3. STEEPER FOR LONGER
As economic activity eventually shifts to mid-cycle, says Antonucci, central banks will refrain from hiking rates and support affordable government funding of large-scale stimulus programs. “Given record-high levels of indebtedness,” he said, “central banks have no choice other than keep policy rates very low to allow cheap government funding and fiscal stimulus.”
“As the cycle moves from its very early stage to a slightly more mature one, yield curves typically flatten, as central bank rate hikes approach,” explained Street. “This time around, however, we expect steep curves for longer, which should benefit selected banks and financials across equity and credit, but could remain a drag for some emerging markets across asset classes.”
4. THE POWER OF WORDS
Unexpected events, such as new virus variants, could derail the recovery. But the main risk, according to Antonucci, is too much of a good thing: Stronger-than-expected growth and a potentially more protracted period of inflation could lead to repricing in the bond market, flattening yield curves as investors test central bank resolve to refrain from hiking. “Expect to see alternating periods of rising bond yields and risk asset outperformance,” he said. “Plenty of volatility likely lies ahead.”
The epicenter of any increase in volatility is likely to be the rates market, according to Street, who says that could affect riskier assets via a higher discount factor. This would also mean periods of dollar strength – especially against low-yielding currencies such as the euro and to some extent the yen and Swiss franc – alternating with periods of moderate dollar weakness. “We expect sterling to appreciate slightly as the UK economy rebounds more strongly than most of its peers and adjusts to the post-Brexit world,” he added.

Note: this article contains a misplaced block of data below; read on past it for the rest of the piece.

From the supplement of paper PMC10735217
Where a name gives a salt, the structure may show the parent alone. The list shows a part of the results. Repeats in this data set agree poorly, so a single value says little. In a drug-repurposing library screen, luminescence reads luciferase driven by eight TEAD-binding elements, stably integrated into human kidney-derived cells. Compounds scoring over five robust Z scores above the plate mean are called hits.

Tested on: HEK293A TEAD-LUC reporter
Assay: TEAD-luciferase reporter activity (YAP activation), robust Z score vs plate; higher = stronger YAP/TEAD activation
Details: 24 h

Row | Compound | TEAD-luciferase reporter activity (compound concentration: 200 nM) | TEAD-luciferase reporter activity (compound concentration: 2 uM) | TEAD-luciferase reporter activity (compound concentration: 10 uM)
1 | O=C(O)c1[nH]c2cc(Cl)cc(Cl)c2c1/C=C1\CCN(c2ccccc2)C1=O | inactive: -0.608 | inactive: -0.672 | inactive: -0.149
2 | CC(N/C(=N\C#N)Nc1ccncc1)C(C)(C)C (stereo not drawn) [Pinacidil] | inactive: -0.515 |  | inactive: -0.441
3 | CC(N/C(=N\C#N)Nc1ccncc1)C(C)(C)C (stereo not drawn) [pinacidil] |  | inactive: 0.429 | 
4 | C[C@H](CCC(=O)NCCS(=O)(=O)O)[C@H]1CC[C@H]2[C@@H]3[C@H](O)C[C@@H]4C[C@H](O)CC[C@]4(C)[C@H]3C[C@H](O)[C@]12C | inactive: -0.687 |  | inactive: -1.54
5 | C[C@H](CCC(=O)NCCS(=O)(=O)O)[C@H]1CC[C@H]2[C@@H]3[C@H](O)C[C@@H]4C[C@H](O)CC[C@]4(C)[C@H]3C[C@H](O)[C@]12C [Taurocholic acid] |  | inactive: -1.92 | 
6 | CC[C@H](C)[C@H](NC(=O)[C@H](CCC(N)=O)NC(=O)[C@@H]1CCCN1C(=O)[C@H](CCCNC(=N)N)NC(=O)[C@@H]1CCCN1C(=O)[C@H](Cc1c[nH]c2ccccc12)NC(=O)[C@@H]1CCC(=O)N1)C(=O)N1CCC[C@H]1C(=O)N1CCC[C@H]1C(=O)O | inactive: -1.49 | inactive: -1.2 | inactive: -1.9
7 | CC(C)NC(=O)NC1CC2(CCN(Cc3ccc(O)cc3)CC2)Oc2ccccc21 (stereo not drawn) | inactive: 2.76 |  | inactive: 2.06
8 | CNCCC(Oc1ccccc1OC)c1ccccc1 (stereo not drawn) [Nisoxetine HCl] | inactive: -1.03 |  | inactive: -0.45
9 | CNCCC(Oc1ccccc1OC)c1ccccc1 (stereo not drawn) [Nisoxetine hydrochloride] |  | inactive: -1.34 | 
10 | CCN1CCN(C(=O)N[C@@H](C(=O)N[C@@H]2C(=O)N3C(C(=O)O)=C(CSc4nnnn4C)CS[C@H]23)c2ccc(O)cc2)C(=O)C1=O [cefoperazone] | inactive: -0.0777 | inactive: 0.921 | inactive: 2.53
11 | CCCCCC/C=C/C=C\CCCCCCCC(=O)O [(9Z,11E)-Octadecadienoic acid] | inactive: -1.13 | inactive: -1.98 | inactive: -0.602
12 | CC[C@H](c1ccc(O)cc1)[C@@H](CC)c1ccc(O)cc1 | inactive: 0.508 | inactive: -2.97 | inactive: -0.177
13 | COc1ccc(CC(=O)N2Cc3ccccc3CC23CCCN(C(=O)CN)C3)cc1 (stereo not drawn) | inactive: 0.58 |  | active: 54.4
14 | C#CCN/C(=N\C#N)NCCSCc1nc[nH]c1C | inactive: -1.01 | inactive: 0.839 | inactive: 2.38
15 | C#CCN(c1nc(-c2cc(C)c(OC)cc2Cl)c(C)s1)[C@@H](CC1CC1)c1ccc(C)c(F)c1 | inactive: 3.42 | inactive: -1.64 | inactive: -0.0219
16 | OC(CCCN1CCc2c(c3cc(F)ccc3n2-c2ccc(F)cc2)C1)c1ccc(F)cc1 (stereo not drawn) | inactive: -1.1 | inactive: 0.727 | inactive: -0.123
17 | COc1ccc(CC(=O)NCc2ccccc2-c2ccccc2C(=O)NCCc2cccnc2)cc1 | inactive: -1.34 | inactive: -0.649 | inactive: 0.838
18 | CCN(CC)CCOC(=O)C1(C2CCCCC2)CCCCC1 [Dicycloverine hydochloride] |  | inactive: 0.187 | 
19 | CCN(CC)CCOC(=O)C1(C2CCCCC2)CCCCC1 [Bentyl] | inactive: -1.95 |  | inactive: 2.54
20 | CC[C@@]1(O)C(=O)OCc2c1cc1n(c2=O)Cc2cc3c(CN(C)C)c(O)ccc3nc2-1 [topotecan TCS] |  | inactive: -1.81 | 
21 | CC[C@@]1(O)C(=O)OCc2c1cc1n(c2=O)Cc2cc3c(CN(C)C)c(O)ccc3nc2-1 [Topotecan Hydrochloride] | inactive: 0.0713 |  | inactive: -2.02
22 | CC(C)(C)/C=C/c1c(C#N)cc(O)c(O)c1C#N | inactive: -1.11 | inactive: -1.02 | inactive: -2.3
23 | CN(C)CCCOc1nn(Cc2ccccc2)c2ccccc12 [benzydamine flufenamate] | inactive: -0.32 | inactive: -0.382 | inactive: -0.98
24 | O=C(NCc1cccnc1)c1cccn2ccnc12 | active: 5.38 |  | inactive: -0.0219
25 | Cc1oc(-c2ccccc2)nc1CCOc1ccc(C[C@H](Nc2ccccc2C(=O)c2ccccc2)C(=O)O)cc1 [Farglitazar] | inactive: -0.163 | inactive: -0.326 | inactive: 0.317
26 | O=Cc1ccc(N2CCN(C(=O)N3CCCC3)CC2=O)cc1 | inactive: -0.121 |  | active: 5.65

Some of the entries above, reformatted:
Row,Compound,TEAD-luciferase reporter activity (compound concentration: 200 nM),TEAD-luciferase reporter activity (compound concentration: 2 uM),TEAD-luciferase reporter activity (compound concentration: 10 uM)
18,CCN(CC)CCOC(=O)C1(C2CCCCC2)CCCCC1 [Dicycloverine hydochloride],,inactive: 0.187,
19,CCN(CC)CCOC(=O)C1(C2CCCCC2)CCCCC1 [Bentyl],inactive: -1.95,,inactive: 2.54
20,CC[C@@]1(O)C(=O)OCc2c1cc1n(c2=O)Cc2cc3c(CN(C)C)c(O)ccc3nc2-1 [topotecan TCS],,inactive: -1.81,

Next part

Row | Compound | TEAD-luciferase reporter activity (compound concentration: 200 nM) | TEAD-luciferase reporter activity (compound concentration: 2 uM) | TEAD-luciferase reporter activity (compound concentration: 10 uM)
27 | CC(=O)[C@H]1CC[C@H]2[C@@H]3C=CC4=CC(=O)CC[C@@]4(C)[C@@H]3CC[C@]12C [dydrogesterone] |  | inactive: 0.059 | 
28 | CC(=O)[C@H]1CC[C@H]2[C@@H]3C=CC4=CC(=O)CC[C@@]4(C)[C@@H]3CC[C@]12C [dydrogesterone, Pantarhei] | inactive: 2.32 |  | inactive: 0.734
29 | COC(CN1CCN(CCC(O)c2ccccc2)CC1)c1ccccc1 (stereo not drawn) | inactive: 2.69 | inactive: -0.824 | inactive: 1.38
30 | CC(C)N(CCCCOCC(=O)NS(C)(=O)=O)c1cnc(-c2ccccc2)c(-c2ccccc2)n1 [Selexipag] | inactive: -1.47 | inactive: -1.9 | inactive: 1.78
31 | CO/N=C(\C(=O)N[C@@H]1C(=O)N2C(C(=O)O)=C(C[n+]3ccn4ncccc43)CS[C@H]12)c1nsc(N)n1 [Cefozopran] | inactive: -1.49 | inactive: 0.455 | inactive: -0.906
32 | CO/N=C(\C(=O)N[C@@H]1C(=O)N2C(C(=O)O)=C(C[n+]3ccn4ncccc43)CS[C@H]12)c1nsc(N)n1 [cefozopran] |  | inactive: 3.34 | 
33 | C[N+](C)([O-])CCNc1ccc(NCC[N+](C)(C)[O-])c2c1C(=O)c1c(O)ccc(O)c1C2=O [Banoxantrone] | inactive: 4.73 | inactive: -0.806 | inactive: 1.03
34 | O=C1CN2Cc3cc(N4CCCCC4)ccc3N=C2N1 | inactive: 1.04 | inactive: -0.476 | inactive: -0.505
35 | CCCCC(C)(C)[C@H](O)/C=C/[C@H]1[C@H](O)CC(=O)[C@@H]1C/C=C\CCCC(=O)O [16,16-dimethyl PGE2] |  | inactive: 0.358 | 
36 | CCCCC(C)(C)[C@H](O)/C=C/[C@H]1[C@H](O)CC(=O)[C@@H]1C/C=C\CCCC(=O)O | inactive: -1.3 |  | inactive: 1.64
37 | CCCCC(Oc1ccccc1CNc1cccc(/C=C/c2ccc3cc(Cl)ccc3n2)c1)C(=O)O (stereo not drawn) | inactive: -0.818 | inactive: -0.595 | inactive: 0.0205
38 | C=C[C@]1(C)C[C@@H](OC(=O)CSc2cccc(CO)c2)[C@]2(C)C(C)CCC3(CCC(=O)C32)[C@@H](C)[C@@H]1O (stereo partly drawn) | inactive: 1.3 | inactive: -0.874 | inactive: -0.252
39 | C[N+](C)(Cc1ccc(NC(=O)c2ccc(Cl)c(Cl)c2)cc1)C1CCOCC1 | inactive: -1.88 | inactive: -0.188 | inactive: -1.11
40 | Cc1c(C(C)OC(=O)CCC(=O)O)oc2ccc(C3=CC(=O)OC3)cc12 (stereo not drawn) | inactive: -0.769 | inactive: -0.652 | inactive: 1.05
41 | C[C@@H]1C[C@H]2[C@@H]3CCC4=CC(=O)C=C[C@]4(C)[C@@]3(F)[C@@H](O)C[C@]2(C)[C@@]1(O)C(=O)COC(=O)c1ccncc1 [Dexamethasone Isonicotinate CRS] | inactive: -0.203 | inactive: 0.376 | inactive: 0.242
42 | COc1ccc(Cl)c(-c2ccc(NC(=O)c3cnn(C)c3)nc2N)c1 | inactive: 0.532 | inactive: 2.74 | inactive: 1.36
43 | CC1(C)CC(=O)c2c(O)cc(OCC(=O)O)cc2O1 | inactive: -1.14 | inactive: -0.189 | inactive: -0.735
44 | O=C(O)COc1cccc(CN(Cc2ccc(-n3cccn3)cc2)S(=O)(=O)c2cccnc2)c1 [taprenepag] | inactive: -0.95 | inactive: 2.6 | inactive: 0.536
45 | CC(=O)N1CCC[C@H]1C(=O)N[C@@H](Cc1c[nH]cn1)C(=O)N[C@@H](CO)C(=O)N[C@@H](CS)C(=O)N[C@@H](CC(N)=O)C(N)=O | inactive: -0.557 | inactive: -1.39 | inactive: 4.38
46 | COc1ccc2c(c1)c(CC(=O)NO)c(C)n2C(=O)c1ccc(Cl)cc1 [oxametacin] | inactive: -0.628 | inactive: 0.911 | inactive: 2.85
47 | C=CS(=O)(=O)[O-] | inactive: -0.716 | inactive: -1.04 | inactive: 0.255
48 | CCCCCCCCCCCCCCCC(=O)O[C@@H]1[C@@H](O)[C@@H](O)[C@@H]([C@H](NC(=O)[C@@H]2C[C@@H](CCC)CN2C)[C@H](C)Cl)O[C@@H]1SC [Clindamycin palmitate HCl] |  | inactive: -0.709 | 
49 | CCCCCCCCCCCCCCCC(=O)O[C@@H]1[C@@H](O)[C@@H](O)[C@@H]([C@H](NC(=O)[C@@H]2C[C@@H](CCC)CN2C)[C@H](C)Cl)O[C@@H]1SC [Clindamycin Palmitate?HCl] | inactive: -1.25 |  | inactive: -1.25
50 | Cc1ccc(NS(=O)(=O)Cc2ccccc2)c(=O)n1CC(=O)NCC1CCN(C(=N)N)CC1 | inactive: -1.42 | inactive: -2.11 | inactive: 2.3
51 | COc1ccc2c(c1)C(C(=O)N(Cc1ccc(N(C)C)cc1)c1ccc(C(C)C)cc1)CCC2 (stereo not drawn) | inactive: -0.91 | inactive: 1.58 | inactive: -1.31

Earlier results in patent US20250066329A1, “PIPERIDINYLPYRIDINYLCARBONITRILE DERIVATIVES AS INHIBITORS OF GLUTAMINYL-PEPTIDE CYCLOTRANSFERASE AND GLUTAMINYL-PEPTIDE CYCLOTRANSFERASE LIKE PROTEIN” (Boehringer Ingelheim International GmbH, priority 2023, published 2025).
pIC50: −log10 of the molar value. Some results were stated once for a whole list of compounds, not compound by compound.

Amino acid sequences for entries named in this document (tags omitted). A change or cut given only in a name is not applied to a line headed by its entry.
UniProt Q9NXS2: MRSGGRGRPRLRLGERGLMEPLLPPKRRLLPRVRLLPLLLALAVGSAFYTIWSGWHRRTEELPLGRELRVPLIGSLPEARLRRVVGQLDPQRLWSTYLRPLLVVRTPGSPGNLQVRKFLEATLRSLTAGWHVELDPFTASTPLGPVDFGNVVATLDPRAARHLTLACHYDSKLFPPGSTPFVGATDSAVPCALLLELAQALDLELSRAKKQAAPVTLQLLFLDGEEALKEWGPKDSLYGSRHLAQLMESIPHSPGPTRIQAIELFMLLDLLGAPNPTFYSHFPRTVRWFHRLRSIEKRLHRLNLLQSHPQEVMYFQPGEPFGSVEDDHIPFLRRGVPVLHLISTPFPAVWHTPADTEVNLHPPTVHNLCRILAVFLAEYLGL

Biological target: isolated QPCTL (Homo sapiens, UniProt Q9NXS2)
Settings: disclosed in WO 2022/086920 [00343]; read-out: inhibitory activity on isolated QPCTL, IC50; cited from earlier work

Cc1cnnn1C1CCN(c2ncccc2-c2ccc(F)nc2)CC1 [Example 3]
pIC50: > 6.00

5. BACK TO THE FUTURE
Covid-19 dramatically accelerated the global shift to digital. It fueled breakthrough innovation – not just in technology but also in science and medicine – along with booming capital expenditure on research & development and the extraordinarily rapid adoption of new technologies.
“The telephone took 40 years to achieve 40% adoption, the cell phone achieved that level of market penetration in 20 years, and the smartphone did so in just 10,” said Antonucci. “Now think of web-based video conferencing tools like Zoom, Teams and Skype, which saw widespread adoption almost literally overnight. The gap between early adoption and mass consumption has never been as slim.”
From an investment perspective, Street points out that in the current early-cycle phase, long-duration/growth stocks, such as technology, may be negatively impacted by a slightly higher discount factor. “The horizon that matters is a longer one, however. Investors should consider the deeper structural changes playing out over many years,” he said. “It is through these parameters that investors should think about technological disruption and the long-term opportunities it represents.”
Quintet’s Midyear 2021 Counterpoint is available at: www.quintet.com/en-gb/counterpoint-market-views
Press release by Quintet Private Bank
Publié le 08 juin 2021